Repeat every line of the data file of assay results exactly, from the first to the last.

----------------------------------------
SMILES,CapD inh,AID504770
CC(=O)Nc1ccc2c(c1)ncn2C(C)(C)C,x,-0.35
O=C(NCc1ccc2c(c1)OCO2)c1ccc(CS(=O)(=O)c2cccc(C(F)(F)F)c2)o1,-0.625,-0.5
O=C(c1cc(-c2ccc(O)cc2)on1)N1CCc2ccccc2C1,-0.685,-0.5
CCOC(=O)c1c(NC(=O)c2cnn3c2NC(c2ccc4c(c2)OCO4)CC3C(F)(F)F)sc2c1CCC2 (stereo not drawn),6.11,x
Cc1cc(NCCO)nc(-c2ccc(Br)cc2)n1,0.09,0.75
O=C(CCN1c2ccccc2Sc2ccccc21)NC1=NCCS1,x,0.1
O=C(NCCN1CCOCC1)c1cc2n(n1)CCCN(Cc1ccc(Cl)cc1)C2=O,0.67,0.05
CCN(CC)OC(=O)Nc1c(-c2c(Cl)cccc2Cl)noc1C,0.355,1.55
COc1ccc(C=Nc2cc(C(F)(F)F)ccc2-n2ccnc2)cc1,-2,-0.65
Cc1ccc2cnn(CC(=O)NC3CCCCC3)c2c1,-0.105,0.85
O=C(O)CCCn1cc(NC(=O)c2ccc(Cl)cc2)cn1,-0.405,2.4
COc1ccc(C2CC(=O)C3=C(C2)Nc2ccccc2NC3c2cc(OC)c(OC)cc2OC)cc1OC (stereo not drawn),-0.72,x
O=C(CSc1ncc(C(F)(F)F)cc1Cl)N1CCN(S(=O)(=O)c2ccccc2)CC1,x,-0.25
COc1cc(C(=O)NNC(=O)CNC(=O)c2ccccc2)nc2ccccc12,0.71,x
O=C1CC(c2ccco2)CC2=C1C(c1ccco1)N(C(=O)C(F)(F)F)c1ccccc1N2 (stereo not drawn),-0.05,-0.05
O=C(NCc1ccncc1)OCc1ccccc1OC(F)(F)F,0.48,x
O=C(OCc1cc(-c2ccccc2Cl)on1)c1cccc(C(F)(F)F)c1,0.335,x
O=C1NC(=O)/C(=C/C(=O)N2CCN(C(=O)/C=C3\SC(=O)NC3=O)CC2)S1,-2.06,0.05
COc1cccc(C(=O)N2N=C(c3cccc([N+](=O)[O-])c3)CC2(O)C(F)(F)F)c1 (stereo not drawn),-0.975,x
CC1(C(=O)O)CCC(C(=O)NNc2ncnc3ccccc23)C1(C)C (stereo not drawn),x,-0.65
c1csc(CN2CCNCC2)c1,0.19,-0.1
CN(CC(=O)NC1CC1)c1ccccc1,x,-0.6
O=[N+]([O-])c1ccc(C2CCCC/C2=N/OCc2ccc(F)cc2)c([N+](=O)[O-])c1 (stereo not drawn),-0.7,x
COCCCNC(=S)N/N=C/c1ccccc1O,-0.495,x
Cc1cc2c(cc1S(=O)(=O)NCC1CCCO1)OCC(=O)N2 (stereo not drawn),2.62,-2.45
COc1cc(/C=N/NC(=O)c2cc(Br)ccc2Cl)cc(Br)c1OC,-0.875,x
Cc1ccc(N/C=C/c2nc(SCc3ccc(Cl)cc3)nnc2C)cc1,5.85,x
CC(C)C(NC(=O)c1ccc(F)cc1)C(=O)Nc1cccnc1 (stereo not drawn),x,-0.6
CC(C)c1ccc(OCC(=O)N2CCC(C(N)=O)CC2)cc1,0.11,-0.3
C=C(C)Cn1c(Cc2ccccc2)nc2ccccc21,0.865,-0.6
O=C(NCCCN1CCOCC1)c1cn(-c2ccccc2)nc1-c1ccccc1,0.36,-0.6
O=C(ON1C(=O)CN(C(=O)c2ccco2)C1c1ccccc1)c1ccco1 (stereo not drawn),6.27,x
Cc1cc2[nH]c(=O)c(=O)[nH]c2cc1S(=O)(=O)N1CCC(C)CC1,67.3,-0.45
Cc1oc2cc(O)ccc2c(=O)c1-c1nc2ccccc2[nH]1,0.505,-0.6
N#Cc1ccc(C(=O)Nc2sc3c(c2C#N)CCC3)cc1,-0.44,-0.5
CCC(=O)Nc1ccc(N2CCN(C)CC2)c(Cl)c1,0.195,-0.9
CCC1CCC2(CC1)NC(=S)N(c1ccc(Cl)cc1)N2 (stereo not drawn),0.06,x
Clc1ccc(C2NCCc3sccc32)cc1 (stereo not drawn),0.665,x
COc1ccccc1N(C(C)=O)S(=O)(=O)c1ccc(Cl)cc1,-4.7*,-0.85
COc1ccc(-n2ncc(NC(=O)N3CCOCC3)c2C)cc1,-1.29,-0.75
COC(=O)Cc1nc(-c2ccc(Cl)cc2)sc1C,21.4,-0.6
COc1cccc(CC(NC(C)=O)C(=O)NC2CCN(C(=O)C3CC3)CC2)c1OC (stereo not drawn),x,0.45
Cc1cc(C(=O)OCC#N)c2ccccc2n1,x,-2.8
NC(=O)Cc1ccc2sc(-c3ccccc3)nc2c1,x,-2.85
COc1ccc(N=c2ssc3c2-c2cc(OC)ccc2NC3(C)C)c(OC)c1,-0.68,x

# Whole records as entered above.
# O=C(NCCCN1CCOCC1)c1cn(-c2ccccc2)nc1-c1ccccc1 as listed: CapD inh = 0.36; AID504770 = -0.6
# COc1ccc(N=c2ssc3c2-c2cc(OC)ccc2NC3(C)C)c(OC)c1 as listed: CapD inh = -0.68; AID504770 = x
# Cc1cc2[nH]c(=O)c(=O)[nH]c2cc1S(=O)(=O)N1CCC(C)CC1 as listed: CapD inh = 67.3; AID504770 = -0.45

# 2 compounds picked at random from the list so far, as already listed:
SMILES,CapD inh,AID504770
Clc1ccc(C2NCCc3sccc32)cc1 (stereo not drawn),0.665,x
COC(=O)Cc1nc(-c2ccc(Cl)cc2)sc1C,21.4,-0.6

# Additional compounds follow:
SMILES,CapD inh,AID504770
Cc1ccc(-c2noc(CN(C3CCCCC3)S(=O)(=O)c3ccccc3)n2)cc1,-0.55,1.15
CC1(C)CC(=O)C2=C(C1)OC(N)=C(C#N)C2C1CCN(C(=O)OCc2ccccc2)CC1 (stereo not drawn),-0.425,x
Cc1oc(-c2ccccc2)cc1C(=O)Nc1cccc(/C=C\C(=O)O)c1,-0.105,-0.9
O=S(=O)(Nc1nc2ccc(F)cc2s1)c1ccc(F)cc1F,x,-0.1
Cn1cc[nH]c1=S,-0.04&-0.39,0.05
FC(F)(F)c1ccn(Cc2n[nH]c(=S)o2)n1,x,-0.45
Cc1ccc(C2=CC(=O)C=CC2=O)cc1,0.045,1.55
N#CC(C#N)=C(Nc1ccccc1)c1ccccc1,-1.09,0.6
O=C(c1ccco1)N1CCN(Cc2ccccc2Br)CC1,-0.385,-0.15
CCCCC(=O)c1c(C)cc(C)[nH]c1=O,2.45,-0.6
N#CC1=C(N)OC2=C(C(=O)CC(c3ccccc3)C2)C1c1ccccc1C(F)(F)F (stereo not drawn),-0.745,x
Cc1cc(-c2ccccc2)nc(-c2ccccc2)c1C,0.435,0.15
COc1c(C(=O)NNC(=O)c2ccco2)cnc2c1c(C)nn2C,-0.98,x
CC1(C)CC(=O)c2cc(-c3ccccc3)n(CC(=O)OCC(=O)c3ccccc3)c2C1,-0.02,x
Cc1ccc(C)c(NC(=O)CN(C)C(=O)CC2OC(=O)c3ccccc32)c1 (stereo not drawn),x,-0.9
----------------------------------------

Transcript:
SMILES,CapD inh,AID504770
CC(=O)Nc1ccc2c(c1)ncn2C(C)(C)C,x,-0.35
O=C(NCc1ccc2c(c1)OCO2)c1ccc(CS(=O)(=O)c2cccc(C(F)(F)F)c2)o1,-0.625,-0.5
O=C(c1cc(-c2ccc(O)cc2)on1)N1CCc2ccccc2C1,-0.685,-0.5
CCOC(=O)c1c(NC(=O)c2cnn3c2NC(c2ccc4c(c2)OCO4)CC3C(F)(F)F)sc2c1CCC2 (stereo not drawn),6.11,x
Cc1cc(NCCO)nc(-c2ccc(Br)cc2)n1,0.09,0.75
O=C(CCN1c2ccccc2Sc2ccccc21)NC1=NCCS1,x,0.1
O=C(NCCN1CCOCC1)c1cc2n(n1)CCCN(Cc1ccc(Cl)cc1)C2=O,0.67,0.05
CCN(CC)OC(=O)Nc1c(-c2c(Cl)cccc2Cl)noc1C,0.355,1.55
COc1ccc(C=Nc2cc(C(F)(F)F)ccc2-n2ccnc2)cc1,-2,-0.65
Cc1ccc2cnn(CC(=O)NC3CCCCC3)c2c1,-0.105,0.85
O=C(O)CCCn1cc(NC(=O)c2ccc(Cl)cc2)cn1,-0.405,2.4
COc1ccc(C2CC(=O)C3=C(C2)Nc2ccccc2NC3c2cc(OC)c(OC)cc2OC)cc1OC (stereo not drawn),-0.72,x
O=C(CSc1ncc(C(F)(F)F)cc1Cl)N1CCN(S(=O)(=O)c2ccccc2)CC1,x,-0.25
COc1cc(C(=O)NNC(=O)CNC(=O)c2ccccc2)nc2ccccc12,0.71,x
O=C1CC(c2ccco2)CC2=C1C(c1ccco1)N(C(=O)C(F)(F)F)c1ccccc1N2 (stereo not drawn),-0.05,-0.05
O=C(NCc1ccncc1)OCc1ccccc1OC(F)(F)F,0.48,x
O=C(OCc1cc(-c2ccccc2Cl)on1)c1cccc(C(F)(F)F)c1,0.335,x
O=C1NC(=O)/C(=C/C(=O)N2CCN(C(=O)/C=C3\SC(=O)NC3=O)CC2)S1,-2.06,0.05
COc1cccc(C(=O)N2N=C(c3cccc([N+](=O)[O-])c3)CC2(O)C(F)(F)F)c1 (stereo not drawn),-0.975,x
CC1(C(=O)O)CCC(C(=O)NNc2ncnc3ccccc23)C1(C)C (stereo not drawn),x,-0.65
c1csc(CN2CCNCC2)c1,0.19,-0.1
CN(CC(=O)NC1CC1)c1ccccc1,x,-0.6
O=[N+]([O-])c1ccc(C2CCCC/C2=N/OCc2ccc(F)cc2)c([N+](=O)[O-])c1 (stereo not drawn),-0.7,x
COCCCNC(=S)N/N=C/c1ccccc1O,-0.495,x
Cc1cc2c(cc1S(=O)(=O)NCC1CCCO1)OCC(=O)N2 (stereo not drawn),2.62,-2.45
COc1cc(/C=N/NC(=O)c2cc(Br)ccc2Cl)cc(Br)c1OC,-0.875,x
Cc1ccc(N/C=C/c2nc(SCc3ccc(Cl)cc3)nnc2C)cc1,5.85,x
CC(C)C(NC(=O)c1ccc(F)cc1)C(=O)Nc1cccnc1 (stereo not drawn),x,-0.6
CC(C)c1ccc(OCC(=O)N2CCC(C(N)=O)CC2)cc1,0.11,-0.3
C=C(C)Cn1c(Cc2ccccc2)nc2ccccc21,0.865,-0.6
O=C(NCCCN1CCOCC1)c1cn(-c2ccccc2)nc1-c1ccccc1,0.36,-0.6
O=C(ON1C(=O)CN(C(=O)c2ccco2)C1c1ccccc1)c1ccco1 (stereo not drawn),6.27,x
Cc1cc2[nH]c(=O)c(=O)[nH]c2cc1S(=O)(=O)N1CCC(C)CC1,67.3,-0.45
Cc1oc2cc(O)ccc2c(=O)c1-c1nc2ccccc2[nH]1,0.505,-0.6
N#Cc1ccc(C(=O)Nc2sc3c(c2C#N)CCC3)cc1,-0.44,-0.5
CCC(=O)Nc1ccc(N2CCN(C)CC2)c(Cl)c1,0.195,-0.9
CCC1CCC2(CC1)NC(=S)N(c1ccc(Cl)cc1)N2 (stereo not drawn),0.06,x
Clc1ccc(C2NCCc3sccc32)cc1 (stereo not drawn),0.665,x
COc1ccccc1N(C(C)=O)S(=O)(=O)c1ccc(Cl)cc1,-4.7*,-0.85
COc1ccc(-n2ncc(NC(=O)N3CCOCC3)c2C)cc1,-1.29,-0.75
COC(=O)Cc1nc(-c2ccc(Cl)cc2)sc1C,21.4,-0.6
COc1cccc(CC(NC(C)=O)C(=O)NC2CCN(C(=O)C3CC3)CC2)c1OC (stereo not drawn),x,0.45
Cc1cc(C(=O)OCC#N)c2ccccc2n1,x,-2.8
NC(=O)Cc1ccc2sc(-c3ccccc3)nc2c1,x,-2.85
COc1ccc(N=c2ssc3c2-c2cc(OC)ccc2NC3(C)C)c(OC)c1,-0.68,x

# Whole records as entered above.
# O=C(NCCCN1CCOCC1)c1cn(-c2ccccc2)nc1-c1ccccc1 as listed: CapD inh = 0.36; AID504770 = -0.6
# COc1ccc(N=c2ssc3c2-c2cc(OC)ccc2NC3(C)C)c(OC)c1 as listed: CapD inh = -0.68; AID504770 = x
# Cc1cc2[nH]c(=O)c(=O)[nH]c2cc1S(=O)(=O)N1CCC(C)CC1 as listed: CapD inh = 67.3; AID504770 = -0.45

# 2 compounds picked at random from the list so far, as already listed:
SMILES,CapD inh,AID504770
Clc1ccc(C2NCCc3sccc32)cc1 (stereo not drawn),0.665,x
COC(=O)Cc1nc(-c2ccc(Cl)cc2)sc1C,21.4,-0.6

# Additional compounds follow:
SMILES,CapD inh,AID504770
Cc1ccc(-c2noc(CN(C3CCCCC3)S(=O)(=O)c3ccccc3)n2)cc1,-0.55,1.15
CC1(C)CC(=O)C2=C(C1)OC(N)=C(C#N)C2C1CCN(C(=O)OCc2ccccc2)CC1 (stereo not drawn),-0.425,x
Cc1oc(-c2ccccc2)cc1C(=O)Nc1cccc(/C=C\C(=O)O)c1,-0.105,-0.9
O=S(=O)(Nc1nc2ccc(F)cc2s1)c1ccc(F)cc1F,x,-0.1
Cn1cc[nH]c1=S,-0.04&-0.39,0.05
FC(F)(F)c1ccn(Cc2n[nH]c(=S)o2)n1,x,-0.45
Cc1ccc(C2=CC(=O)C=CC2=O)cc1,0.045,1.55
N#CC(C#N)=C(Nc1ccccc1)c1ccccc1,-1.09,0.6
O=C(c1ccco1)N1CCN(Cc2ccccc2Br)CC1,-0.385,-0.15
CCCCC(=O)c1c(C)cc(C)[nH]c1=O,2.45,-0.6
N#CC1=C(N)OC2=C(C(=O)CC(c3ccccc3)C2)C1c1ccccc1C(F)(F)F (stereo not drawn),-0.745,x
Cc1cc(-c2ccccc2)nc(-c2ccccc2)c1C,0.435,0.15
COc1c(C(=O)NNC(=O)c2ccco2)cnc2c1c(C)nn2C,-0.98,x
CC1(C)CC(=O)c2cc(-c3ccccc3)n(CC(=O)OCC(=O)c3ccccc3)c2C1,-0.02,x
Cc1ccc(C)c(NC(=O)CN(C)C(=O)CC2OC(=O)c3ccccc32)c1 (stereo not drawn),x,-0.9